In March 2011, as the disastrous accidents were unfolding at the Fukushima Daiichi nuclear power plant in Japan, Xingang Zhao was contemplating his next steps after completing a combined bachelor’s/master’s degree in energy and environmental engineering at the National Institute of Applied Sciences in Lyon, France.
The Nanjing, China, native had moved to France to study engineering with a focus on climate change. There, he zeroed in on low-carbon energy systems, driven by his interest in their global technological, economic, and social impacts. He learned that nuclear energy supplied a significant proportion of France’s electricity, and he became captivated by the sheer power generation at nuclear power plants.
“I was really passionate about the complexity of the nuclear systems. I couldn’t imagine how you could generate such a huge amount of power out of [a small reactor],” Zhao says. “[Nuclear energy] is really amazing, and it’s clean energy. In a low-carbon world, it should be a really useful energy source.”
But he wasn’t committed to pursuing graduate studies in nuclear engineering until the Fukushima Daiichi nuclear disasters.
“I realized how important safety was not only for nuclear [systems], but also for human beings. Ten days after that disaster happened, I submitted my application” to a nuclear engineering program, Zhao recalls. “I said to myself, ‘Why don’t you study nuclear and try to make a contribution, to make nuclear reactors safer, to try to mitigate people’s concerns or fears?’”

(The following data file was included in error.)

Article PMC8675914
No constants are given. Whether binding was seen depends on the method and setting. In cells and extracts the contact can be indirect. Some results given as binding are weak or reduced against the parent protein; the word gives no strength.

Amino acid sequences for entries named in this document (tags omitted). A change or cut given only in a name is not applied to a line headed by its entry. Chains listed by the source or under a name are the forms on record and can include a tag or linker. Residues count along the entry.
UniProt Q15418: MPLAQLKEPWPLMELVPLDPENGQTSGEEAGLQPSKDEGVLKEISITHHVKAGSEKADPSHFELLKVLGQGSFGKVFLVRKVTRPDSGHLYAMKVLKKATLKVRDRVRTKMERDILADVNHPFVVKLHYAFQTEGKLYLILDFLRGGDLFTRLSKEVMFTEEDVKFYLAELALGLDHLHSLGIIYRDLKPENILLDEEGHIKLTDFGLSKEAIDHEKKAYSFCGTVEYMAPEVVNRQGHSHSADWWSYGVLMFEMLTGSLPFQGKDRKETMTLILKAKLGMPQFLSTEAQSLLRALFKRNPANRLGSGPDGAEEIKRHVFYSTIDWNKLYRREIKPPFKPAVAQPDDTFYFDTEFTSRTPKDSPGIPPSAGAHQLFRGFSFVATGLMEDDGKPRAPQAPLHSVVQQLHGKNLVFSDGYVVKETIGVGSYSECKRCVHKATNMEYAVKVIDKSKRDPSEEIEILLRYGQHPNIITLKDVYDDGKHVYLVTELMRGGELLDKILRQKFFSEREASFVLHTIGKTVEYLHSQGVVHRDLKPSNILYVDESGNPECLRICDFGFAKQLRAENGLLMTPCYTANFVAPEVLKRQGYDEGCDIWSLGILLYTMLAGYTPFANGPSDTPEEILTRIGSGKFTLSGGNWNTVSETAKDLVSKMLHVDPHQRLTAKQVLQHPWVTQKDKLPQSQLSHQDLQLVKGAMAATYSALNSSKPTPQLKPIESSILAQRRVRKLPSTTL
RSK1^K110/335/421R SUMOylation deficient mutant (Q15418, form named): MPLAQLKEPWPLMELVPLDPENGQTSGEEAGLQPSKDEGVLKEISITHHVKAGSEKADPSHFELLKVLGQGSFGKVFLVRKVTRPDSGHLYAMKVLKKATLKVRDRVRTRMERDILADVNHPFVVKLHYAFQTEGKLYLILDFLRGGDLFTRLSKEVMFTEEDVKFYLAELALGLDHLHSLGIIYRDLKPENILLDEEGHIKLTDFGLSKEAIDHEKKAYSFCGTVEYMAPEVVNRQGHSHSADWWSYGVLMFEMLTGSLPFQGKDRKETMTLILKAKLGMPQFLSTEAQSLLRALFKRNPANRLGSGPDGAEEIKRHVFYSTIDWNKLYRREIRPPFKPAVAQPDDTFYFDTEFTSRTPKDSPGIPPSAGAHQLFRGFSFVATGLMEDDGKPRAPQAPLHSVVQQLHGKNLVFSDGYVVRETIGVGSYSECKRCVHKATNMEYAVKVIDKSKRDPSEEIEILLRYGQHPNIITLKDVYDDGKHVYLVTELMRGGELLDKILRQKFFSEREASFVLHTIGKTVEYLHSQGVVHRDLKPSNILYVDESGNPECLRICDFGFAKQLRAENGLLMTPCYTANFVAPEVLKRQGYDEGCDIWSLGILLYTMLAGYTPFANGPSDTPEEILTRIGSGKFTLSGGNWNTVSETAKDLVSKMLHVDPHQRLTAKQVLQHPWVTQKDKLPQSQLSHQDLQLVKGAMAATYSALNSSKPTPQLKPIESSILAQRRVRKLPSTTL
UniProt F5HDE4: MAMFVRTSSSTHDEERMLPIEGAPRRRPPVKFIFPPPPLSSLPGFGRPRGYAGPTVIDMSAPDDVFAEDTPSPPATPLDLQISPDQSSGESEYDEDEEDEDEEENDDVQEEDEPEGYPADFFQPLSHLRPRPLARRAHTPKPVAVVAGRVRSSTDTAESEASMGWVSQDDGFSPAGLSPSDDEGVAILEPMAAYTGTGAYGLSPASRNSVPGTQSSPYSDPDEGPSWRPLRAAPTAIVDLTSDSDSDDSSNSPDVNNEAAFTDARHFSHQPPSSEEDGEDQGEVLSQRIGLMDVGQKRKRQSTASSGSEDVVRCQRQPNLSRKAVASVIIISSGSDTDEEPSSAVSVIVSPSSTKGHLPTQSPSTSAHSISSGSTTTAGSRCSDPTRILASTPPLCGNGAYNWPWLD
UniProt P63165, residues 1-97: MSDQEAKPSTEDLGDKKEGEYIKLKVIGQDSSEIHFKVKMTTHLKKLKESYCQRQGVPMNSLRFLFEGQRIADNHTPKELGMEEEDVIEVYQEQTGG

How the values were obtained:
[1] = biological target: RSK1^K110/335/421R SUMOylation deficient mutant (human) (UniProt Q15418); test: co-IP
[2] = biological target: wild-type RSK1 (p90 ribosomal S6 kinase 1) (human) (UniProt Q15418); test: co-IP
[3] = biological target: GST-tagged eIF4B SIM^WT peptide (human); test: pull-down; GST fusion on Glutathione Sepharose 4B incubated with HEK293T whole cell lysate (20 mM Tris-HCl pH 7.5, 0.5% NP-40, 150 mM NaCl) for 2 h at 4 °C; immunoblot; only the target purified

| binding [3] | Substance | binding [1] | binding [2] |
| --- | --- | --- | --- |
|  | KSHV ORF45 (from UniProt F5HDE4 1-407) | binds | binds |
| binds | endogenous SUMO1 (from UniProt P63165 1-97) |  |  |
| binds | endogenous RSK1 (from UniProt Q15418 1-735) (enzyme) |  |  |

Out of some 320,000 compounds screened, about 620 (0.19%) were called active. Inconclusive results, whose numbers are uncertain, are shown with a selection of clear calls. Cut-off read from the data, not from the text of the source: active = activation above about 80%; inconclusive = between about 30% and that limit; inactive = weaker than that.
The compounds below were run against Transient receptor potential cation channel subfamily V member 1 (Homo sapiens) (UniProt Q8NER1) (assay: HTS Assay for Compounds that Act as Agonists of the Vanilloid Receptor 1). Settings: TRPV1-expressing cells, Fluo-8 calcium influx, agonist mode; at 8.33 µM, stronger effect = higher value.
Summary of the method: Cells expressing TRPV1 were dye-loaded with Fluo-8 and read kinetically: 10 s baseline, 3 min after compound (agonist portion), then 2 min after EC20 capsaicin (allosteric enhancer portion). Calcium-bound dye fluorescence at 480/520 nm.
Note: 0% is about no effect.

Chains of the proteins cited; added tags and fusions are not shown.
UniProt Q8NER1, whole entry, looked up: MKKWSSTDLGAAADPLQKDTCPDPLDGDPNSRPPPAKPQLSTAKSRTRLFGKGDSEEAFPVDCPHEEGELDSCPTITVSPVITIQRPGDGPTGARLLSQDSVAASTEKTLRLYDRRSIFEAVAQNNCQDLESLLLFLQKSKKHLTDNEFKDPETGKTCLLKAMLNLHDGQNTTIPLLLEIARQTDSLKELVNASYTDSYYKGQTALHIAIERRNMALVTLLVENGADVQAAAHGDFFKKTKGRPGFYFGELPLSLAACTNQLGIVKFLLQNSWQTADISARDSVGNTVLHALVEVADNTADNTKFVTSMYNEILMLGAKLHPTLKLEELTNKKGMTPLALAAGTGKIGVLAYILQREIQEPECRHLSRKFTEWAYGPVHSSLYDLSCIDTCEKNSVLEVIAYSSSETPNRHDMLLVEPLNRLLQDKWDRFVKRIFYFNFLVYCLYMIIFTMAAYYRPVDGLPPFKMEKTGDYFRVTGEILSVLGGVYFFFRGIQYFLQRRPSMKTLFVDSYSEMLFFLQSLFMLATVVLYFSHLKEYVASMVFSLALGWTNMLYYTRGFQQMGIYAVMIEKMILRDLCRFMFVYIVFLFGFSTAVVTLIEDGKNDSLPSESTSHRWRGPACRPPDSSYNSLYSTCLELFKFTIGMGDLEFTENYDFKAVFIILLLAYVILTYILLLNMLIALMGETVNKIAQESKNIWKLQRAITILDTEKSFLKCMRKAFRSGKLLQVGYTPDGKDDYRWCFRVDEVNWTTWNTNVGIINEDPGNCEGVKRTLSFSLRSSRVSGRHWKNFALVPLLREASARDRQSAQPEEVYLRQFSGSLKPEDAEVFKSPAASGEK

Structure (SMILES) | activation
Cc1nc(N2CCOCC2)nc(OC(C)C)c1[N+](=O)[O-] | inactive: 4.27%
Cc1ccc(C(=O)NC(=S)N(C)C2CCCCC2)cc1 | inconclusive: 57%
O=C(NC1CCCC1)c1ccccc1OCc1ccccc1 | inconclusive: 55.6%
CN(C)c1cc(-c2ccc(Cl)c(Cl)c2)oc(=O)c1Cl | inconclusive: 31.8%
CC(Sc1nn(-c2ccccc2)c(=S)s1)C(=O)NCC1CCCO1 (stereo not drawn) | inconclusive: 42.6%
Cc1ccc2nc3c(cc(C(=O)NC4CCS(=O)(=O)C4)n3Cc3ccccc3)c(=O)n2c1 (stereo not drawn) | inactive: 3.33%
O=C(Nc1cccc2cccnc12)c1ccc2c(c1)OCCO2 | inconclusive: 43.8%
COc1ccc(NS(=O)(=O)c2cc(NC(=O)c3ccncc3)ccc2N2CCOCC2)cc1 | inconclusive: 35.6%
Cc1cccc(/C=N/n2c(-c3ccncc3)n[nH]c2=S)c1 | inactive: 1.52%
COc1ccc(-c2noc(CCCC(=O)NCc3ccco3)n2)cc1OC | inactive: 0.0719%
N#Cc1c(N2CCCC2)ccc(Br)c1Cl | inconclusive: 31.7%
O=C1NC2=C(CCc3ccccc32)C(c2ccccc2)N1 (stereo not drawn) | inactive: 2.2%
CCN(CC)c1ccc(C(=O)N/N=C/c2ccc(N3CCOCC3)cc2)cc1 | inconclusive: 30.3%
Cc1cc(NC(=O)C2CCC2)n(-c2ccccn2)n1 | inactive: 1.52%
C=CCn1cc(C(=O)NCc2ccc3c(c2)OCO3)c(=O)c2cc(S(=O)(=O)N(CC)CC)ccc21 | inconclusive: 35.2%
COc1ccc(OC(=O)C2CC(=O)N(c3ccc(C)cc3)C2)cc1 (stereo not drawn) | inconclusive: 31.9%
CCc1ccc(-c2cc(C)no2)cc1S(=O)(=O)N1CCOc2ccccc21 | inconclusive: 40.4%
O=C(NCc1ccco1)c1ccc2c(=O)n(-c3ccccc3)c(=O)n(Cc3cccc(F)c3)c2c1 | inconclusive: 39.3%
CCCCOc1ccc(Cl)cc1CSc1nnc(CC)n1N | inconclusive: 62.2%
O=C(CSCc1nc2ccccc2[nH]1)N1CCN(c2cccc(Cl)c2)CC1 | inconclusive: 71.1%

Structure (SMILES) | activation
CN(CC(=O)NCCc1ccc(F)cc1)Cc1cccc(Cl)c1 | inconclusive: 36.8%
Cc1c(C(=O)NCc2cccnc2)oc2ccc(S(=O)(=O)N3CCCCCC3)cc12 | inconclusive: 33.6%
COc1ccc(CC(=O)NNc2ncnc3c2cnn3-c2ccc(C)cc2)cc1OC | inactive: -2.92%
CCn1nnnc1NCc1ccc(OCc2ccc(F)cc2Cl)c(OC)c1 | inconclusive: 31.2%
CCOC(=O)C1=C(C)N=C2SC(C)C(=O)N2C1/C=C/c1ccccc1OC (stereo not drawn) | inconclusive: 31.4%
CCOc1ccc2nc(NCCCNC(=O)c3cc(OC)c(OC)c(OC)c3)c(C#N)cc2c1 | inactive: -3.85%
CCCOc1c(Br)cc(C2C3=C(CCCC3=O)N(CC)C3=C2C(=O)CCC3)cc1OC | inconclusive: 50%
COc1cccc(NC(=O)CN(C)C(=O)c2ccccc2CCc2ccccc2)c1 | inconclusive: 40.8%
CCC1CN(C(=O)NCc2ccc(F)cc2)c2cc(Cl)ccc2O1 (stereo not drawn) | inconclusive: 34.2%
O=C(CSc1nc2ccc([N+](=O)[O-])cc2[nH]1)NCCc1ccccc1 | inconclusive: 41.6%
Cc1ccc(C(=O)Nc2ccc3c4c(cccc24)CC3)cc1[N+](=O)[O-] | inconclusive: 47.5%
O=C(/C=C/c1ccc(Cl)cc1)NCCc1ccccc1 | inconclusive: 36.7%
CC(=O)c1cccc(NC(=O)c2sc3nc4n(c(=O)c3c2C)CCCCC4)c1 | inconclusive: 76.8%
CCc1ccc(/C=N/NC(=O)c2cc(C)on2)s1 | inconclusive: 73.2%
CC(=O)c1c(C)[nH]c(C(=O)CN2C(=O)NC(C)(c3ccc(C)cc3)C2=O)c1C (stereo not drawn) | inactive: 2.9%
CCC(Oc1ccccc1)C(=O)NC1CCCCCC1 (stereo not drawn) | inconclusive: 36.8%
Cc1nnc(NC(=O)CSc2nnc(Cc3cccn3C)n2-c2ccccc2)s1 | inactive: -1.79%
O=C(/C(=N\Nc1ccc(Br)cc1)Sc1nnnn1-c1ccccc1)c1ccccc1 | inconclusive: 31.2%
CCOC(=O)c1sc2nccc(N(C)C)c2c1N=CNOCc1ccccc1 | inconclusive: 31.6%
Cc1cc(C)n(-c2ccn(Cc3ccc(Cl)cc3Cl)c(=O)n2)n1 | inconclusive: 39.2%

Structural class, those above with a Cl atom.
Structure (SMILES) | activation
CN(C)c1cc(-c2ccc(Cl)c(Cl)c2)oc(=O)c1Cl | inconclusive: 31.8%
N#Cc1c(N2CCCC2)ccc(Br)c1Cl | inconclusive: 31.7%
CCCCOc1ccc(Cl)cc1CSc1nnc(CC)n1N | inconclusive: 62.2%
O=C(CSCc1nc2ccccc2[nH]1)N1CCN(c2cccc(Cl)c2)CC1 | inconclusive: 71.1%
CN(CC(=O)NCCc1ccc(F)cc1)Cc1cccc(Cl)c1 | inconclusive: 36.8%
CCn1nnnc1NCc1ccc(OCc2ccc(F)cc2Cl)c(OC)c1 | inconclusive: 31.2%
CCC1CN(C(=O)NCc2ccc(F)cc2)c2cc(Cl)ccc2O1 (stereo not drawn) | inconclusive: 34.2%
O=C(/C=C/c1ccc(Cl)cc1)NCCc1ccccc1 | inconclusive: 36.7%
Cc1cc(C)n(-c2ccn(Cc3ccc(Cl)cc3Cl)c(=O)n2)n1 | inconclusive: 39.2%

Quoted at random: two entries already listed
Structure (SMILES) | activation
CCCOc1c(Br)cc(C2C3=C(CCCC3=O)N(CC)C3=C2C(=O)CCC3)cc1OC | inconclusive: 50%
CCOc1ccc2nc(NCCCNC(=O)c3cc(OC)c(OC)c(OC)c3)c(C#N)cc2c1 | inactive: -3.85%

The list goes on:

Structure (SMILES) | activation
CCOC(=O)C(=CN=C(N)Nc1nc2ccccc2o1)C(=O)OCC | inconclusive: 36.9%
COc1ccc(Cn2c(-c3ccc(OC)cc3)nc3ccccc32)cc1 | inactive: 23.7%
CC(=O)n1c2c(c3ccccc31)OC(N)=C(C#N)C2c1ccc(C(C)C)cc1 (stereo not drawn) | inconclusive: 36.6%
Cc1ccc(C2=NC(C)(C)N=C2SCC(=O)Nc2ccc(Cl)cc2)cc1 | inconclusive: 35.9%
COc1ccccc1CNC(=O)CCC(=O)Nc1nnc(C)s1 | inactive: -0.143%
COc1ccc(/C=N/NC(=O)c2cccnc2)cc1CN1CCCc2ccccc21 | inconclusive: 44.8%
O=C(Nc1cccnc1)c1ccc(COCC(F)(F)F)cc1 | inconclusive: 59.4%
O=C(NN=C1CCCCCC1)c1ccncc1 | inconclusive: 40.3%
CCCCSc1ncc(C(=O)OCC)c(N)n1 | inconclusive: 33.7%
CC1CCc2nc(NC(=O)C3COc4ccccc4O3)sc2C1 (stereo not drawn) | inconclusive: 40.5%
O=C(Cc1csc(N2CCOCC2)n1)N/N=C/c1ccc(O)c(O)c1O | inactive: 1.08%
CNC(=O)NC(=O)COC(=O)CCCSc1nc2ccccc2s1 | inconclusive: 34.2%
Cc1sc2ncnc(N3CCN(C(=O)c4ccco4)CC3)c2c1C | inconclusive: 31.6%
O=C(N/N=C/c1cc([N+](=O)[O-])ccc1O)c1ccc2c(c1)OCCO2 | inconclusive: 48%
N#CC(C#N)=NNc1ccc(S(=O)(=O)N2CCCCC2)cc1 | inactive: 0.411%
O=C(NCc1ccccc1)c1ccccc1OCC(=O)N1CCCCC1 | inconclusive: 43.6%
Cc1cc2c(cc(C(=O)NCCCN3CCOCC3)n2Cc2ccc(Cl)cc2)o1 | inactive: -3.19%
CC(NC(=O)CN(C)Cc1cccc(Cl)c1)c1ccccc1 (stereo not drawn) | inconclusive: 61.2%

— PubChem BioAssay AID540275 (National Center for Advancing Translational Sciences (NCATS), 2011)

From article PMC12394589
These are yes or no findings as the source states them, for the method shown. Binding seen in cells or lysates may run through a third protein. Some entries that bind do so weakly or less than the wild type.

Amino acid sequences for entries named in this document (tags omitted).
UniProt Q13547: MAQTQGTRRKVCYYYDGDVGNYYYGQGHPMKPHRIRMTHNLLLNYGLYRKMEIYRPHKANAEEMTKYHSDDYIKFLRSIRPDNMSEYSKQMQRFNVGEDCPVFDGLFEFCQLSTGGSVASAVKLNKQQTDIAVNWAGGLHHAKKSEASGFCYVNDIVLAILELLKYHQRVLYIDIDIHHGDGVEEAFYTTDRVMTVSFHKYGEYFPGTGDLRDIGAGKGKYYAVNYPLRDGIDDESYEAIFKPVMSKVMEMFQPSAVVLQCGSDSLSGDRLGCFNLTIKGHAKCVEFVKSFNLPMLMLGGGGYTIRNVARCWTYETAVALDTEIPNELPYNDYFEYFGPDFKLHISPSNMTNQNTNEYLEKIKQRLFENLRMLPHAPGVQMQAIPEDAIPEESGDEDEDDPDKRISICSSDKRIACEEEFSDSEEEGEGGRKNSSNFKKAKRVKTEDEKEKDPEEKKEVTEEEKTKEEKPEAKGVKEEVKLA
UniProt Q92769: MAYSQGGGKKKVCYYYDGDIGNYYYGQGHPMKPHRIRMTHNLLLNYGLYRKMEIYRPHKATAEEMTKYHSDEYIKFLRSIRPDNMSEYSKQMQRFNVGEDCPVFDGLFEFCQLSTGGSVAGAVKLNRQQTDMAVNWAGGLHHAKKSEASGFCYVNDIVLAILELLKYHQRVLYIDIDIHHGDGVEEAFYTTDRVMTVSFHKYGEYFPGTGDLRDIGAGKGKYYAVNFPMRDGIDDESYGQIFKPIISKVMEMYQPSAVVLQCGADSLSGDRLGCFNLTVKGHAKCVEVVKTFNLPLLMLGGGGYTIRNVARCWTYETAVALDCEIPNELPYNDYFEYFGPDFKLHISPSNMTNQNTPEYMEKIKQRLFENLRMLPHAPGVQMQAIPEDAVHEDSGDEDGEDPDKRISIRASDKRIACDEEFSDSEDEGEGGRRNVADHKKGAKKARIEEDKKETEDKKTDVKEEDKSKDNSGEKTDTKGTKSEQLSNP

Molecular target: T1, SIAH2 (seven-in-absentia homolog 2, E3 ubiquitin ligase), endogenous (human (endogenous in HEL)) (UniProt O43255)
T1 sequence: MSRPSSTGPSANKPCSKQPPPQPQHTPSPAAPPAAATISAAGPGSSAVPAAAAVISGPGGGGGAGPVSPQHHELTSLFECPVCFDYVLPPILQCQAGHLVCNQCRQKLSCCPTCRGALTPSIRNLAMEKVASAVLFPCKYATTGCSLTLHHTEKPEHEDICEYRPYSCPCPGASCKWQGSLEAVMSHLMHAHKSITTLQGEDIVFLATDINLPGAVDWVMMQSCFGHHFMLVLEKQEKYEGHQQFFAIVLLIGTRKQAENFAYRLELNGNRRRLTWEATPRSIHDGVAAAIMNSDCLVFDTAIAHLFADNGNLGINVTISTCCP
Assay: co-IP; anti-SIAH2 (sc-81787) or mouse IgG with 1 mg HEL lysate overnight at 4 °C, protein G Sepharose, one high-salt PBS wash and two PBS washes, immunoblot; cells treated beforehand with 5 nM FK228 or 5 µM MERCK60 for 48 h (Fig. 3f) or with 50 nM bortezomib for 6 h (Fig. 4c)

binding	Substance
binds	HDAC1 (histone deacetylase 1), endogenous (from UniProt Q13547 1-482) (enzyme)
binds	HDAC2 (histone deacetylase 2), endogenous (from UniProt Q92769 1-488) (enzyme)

Zhao went on to study nuclear engineering at the National Institute for Nuclear Science and Technology in France, where he tuned into the details of nuclear technology and the societal implications of nuclear energy development.
Now, Zhao is a fourth-year graduate student in MIT’s Department of Nuclear Science and Engineering, and he is on a quest to revamp nuclear energy safety measures to make nuclear technologies safer and more efficient.
During his early graduate studies at MIT, Zhao spent his summers interning at the Oak Ridge National Laboratory in Oak Ridge, Tennessee. There, he was invited to work on modeling and simulating the flow physics and heat transfer of nuclear reactors for applications in safe operating guidelines, through the Consortium for Advanced Simulation of Light Water Reactors (CASL), the U.S. Department of Energy’s first innovation hub bridging basic research, engineering, and industry.
Zhao’s research is aimed at preventing a boiling crisis — an accident scenario in which nuclear fuel rods can no longer be effectively cooled during the heavy heat-producing energy generation process. Boiling crises can result in “a set of cascading failures,” and Zhao hopes his model will improve the methods used to predict them. “As engineers, we’re here to make sure this will never happen,” Zhao says.
However, he says, pressurized water reactors, which generate the majority of the electricity derived from nuclear power worldwide, are operating at parameters that are too conservative, compromising efficiency and energy output.